General Election Day 2017 may be one of the most significant since a year ago when Donald J. Trump achieved one of the greatest political upsets in the nation’s history by stopping Hillary Clinton’s from being the first female President.
So if Republican Ed Gillespie should overcome Democrat Ralph Northam in the hotly contested race for Virginia’s next Governor on November 7, that will send shock waves, too.
The Democrats are hoping that the traditional off year election does not cause a dip in the Black voter turnout. If the Democrats get a 71 percent turnout from their base, akin to the Obama wave of 2008 and 2012, they are looking to overcome the shrinkage in the polls between the two party candidates.
Presidents Barack Obama, his former Attorney General Eric Holder and New Jersey Senator Corey Booker have been campaigning with Democrats to energize Black voters to go to the polls. Holder was in Norfolk last Saturday and Obama recently spoke in Richmond.
Virginia and New Jersey are the only two states having gubernatorial races. Pundits are predicting the outcomes in these states will gauge the level of support or rejection of the chaotic Trump Administration. Also, they are looking at the message on issues being used to entice voters by the two parties and the two respective political combatants.
Democrats in theory have the wind at their backs as demographic changes in Virginia have slowly moved it to a Democratic fold. Republicans have not won any of the top three political offices in nine years.
Hillary Clinton won Virginia last year by 5 percentage points and Donald Trump is unpopular among Democrats, Independents and many White Republicans in Virginia.
But at this time last year, Clinton was expected to crush Trump.
Voters in urban areas, especially African-Americans, are not turning out in large numbers as they did in 2008 and 2012 for Barack Obama, and rural White middle class voters going to the polls in droves helped Trump win.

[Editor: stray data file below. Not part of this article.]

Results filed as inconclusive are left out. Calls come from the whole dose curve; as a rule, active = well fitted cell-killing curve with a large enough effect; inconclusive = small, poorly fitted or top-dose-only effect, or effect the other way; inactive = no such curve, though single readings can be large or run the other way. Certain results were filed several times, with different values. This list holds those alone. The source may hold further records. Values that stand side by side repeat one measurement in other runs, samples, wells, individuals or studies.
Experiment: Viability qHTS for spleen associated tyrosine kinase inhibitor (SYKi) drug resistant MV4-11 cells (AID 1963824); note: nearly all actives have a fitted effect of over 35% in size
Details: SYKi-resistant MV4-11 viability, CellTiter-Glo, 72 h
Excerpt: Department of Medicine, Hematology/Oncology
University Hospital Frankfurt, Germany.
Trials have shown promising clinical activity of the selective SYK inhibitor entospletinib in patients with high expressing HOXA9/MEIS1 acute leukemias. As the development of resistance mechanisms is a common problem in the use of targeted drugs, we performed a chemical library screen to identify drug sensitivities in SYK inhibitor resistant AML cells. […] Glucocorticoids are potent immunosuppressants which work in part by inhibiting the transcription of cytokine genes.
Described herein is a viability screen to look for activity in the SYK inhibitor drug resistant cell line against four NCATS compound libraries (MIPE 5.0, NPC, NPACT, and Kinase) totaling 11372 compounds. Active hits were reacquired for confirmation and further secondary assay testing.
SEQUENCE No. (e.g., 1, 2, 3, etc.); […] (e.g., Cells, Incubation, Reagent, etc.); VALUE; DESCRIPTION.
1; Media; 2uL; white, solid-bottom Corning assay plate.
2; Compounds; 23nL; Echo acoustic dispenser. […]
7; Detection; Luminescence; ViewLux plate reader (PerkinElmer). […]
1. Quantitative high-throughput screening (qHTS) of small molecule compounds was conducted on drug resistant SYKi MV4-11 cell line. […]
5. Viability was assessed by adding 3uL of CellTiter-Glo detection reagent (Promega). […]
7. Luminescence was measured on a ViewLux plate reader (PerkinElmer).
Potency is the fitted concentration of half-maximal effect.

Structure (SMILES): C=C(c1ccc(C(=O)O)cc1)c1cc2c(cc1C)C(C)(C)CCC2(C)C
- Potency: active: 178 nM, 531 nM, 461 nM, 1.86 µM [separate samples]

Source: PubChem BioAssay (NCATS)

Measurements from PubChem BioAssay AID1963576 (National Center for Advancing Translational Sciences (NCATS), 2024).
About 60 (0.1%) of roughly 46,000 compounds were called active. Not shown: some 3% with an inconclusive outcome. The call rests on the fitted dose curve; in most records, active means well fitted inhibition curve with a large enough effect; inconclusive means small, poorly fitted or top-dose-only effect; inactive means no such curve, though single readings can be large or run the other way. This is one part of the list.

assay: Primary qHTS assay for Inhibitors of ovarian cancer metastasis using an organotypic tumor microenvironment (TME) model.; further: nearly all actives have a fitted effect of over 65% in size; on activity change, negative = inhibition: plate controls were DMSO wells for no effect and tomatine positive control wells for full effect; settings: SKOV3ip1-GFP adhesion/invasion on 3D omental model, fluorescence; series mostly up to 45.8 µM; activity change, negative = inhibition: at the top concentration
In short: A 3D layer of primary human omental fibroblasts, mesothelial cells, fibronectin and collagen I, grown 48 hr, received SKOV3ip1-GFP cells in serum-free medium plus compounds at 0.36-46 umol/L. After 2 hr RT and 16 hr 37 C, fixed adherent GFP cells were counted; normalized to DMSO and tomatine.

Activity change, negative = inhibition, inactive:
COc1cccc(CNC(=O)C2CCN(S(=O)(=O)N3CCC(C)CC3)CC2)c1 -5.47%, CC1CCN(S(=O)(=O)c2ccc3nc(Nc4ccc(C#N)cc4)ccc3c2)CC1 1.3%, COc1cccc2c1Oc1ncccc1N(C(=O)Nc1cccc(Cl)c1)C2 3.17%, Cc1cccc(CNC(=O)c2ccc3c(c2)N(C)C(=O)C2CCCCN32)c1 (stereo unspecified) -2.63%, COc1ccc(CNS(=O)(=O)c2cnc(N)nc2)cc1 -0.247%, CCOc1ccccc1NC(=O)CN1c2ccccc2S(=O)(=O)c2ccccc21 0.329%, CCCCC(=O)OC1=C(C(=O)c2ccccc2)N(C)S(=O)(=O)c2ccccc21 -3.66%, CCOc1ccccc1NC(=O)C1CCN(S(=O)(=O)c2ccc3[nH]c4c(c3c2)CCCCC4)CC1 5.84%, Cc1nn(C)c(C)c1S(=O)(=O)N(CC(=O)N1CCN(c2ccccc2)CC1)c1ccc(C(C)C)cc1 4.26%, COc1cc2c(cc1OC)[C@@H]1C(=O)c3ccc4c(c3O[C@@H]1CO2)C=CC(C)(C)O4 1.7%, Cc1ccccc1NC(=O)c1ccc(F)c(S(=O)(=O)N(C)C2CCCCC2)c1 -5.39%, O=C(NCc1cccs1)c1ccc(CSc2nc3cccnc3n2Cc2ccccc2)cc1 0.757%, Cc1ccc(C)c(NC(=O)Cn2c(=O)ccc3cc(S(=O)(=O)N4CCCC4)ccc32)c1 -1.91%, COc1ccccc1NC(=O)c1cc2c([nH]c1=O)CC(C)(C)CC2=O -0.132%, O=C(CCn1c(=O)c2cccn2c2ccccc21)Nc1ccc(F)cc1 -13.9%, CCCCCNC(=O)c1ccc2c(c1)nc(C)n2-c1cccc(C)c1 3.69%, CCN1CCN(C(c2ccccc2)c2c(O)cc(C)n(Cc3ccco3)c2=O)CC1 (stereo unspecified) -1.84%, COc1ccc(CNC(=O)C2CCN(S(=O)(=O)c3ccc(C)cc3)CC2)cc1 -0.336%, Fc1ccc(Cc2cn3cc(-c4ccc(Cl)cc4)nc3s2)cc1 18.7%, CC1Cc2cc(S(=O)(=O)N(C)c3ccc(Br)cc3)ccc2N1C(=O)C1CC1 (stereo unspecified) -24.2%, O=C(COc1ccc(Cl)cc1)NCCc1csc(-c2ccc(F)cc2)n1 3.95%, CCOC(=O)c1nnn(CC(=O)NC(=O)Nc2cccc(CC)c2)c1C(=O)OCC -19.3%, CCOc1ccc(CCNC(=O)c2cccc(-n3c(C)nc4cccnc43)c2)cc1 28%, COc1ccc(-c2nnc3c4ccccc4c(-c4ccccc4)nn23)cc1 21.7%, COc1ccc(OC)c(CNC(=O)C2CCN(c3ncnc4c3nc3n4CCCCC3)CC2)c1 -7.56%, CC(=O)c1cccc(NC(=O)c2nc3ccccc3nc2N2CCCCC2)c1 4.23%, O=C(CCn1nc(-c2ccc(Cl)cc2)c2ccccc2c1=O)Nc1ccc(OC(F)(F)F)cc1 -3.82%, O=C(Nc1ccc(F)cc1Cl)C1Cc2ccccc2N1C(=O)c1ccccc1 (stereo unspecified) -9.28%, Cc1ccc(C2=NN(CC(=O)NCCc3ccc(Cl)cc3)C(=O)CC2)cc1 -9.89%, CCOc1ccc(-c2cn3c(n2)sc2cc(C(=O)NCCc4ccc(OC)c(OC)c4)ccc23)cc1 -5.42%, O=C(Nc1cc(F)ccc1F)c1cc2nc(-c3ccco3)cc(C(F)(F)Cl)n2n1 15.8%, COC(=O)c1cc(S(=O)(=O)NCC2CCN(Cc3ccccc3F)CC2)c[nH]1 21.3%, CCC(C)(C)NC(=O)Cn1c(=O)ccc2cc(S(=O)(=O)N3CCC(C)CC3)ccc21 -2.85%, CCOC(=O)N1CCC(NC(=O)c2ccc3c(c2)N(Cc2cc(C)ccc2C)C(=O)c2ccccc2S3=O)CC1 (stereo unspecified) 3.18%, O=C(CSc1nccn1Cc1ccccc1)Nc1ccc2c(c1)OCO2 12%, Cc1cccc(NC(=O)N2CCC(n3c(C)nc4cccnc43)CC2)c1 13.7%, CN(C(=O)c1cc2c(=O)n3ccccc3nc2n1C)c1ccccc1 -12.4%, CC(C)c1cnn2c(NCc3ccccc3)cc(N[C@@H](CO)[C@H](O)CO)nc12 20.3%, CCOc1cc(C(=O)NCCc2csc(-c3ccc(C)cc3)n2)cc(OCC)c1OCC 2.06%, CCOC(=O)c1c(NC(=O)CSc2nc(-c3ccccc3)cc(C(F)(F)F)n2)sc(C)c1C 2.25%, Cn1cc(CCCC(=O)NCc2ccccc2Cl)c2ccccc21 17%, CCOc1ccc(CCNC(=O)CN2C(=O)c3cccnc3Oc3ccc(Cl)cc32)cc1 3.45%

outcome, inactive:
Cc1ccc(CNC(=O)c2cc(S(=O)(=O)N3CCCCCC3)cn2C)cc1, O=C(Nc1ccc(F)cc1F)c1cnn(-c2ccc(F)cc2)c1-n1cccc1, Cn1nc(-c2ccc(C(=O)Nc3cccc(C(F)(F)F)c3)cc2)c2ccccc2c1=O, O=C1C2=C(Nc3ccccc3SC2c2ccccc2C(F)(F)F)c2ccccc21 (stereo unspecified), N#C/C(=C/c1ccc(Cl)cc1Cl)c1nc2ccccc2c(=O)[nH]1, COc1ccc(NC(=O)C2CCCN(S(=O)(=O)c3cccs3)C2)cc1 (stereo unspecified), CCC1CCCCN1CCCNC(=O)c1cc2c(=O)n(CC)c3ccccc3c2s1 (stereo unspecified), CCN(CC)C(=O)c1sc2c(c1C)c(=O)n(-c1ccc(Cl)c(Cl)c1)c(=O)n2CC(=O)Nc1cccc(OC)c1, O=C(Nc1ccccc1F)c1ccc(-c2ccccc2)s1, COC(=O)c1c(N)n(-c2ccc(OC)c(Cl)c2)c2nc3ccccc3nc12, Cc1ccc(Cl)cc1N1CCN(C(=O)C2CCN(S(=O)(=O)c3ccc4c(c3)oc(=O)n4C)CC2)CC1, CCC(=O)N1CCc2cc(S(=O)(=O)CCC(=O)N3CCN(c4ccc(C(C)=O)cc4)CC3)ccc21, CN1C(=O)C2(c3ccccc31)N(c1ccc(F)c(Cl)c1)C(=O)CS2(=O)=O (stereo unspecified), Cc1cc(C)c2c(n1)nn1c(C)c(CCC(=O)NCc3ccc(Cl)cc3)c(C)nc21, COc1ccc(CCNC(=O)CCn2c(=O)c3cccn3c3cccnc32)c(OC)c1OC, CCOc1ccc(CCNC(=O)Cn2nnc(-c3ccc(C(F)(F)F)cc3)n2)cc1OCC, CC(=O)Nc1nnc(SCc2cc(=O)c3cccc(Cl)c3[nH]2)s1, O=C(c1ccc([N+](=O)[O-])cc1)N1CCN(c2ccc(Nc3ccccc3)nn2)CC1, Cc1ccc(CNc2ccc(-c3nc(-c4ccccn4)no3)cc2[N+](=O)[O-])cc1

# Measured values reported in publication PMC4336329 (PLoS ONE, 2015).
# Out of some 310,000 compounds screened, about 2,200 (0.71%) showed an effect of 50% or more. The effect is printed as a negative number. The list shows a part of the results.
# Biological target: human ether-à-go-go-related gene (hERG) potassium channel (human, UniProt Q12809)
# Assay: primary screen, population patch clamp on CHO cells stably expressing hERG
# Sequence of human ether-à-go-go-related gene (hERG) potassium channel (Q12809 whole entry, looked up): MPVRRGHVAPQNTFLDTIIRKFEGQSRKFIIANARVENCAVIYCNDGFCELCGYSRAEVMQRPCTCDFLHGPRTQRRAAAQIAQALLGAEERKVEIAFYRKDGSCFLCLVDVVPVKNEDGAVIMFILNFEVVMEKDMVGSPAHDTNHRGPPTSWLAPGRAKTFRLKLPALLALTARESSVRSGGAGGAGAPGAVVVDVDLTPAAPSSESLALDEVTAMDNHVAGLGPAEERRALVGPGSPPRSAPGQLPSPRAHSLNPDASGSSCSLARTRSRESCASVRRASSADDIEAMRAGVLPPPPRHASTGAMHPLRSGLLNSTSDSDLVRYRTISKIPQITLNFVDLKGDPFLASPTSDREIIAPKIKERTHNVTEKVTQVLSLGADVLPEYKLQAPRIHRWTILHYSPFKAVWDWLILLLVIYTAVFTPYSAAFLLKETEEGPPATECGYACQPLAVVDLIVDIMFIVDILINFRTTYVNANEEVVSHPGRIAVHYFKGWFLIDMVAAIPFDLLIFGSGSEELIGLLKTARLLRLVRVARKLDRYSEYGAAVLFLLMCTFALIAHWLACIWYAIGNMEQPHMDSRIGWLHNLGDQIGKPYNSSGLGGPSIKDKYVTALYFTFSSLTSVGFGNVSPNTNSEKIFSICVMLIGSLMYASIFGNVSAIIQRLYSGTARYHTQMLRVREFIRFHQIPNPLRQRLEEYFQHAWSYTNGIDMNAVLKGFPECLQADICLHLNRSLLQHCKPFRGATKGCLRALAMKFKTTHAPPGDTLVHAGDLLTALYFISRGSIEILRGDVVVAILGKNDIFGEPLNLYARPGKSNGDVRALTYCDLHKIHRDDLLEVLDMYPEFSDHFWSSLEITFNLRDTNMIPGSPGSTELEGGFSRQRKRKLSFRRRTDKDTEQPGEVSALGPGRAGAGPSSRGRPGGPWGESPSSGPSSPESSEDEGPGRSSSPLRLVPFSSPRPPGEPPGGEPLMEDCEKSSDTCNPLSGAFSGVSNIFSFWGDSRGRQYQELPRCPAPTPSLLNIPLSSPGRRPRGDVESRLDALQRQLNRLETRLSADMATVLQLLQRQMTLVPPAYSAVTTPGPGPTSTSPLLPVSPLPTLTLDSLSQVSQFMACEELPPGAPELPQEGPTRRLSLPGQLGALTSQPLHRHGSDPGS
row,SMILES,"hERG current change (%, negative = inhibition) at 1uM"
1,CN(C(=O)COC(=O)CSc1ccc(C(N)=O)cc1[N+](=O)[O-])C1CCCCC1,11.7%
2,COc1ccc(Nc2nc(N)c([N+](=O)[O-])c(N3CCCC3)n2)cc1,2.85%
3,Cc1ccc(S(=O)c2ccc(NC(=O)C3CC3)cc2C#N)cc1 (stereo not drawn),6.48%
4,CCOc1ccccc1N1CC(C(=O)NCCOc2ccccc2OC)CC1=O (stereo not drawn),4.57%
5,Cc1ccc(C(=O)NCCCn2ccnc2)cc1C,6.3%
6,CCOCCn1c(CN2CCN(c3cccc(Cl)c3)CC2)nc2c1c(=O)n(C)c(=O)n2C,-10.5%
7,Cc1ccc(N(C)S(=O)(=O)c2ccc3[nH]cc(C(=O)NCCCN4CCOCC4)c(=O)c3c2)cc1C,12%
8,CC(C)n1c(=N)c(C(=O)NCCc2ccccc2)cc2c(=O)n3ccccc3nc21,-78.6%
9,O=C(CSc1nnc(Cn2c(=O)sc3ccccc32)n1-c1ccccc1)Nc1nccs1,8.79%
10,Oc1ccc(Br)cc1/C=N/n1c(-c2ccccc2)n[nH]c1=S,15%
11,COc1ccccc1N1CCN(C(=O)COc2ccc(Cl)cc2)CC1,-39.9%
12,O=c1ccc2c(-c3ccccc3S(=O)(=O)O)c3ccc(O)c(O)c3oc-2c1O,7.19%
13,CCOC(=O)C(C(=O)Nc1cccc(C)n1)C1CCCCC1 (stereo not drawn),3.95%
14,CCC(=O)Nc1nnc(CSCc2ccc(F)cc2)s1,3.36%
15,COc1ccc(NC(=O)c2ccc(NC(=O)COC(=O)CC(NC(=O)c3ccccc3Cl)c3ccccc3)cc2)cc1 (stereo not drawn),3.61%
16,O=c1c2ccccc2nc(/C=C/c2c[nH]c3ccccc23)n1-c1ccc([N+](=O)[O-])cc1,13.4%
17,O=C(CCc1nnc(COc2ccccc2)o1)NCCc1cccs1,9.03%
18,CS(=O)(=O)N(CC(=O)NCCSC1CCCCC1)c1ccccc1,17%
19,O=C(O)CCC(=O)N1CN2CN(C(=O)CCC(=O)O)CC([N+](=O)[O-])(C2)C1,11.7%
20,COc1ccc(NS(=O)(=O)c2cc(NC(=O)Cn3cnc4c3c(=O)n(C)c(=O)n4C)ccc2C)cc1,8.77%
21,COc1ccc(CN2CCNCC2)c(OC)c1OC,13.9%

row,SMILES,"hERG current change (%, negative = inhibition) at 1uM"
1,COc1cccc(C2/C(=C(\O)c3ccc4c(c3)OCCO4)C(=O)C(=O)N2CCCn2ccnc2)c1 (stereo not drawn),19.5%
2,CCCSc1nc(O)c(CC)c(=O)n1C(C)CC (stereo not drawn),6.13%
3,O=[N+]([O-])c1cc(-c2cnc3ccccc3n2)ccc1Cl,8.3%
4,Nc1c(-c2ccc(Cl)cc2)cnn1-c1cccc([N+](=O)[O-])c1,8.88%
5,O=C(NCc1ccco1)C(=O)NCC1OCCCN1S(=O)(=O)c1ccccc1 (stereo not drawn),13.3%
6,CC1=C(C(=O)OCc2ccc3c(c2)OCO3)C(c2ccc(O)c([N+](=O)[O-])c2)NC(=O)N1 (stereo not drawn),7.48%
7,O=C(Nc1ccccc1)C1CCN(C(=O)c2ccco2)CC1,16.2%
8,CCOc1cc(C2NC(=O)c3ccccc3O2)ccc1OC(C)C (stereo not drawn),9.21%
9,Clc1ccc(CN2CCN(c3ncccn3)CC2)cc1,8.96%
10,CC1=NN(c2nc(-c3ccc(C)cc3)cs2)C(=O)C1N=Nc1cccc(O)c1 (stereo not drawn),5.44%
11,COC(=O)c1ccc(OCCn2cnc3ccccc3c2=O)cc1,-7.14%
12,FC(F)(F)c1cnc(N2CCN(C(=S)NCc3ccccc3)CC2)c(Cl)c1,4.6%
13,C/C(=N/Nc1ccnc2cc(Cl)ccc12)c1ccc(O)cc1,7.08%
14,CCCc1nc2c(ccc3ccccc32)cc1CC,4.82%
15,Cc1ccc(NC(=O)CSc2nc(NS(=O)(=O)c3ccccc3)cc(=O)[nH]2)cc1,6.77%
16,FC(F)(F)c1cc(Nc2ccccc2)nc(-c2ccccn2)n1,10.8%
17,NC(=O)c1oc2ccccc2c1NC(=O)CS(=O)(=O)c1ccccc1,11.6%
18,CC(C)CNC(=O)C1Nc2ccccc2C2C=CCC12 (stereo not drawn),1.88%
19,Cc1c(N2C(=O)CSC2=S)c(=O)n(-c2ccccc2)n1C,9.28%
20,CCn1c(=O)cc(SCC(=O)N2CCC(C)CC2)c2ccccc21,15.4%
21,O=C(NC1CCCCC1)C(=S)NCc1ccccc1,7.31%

Trump tapped into the White low and middle income economic resentment by blaming Hispanics directly and Blacks indirectly, for their economic insecurities.
In Virginia, the Republicans have sought to do some of the same to scare their political base to believe that women, gays and Blacks are taking over the state government.
Polls are tightening. Two new polls of likely voters rolled out October 17 show Northam maintaining a narrow lead over Gillespie, while two others show Gillespie with a lead.
Northam’s lead has tightened to 4 percentage points, down from a 6 percentage points lead in a Sept. 25 benchmark poll by The Wason Center for Public Policy at Christopher Newport University. The most recent Wason last week puts Northam at 48 percent, Gillespie at 44 percent and Libertarian Cliff Hyra at 3 percent. Five percent remain undecided.
Tuesday’s Monmouth poll has Gillespie at 48 percent and Northam at 47 percent, with Libertarian Cliff Hyra at 3 percent, and 3 percent undecided. Monmouth’s September poll showed Northam ahead of Gillespie by five points, 49 percent to 44 percent.
A poll released on October 17 by The Hampton University Center for Public Policy gave Gillespie an 8 point lead – 41 to 33 percent – over Northam.
Respondents to that poll of 750 Virginia voters from across the state indicated they leaned “more toward” the Republican Party (163) than the Democratic (124) with 48 respondents saying they did not know.
Also, the racial mix of the Hampton Poll was mainly White (66 percent) with 14 percent of the respondents being African-Americans and Hispanics and Asians representing 3 and 4 percent respectively.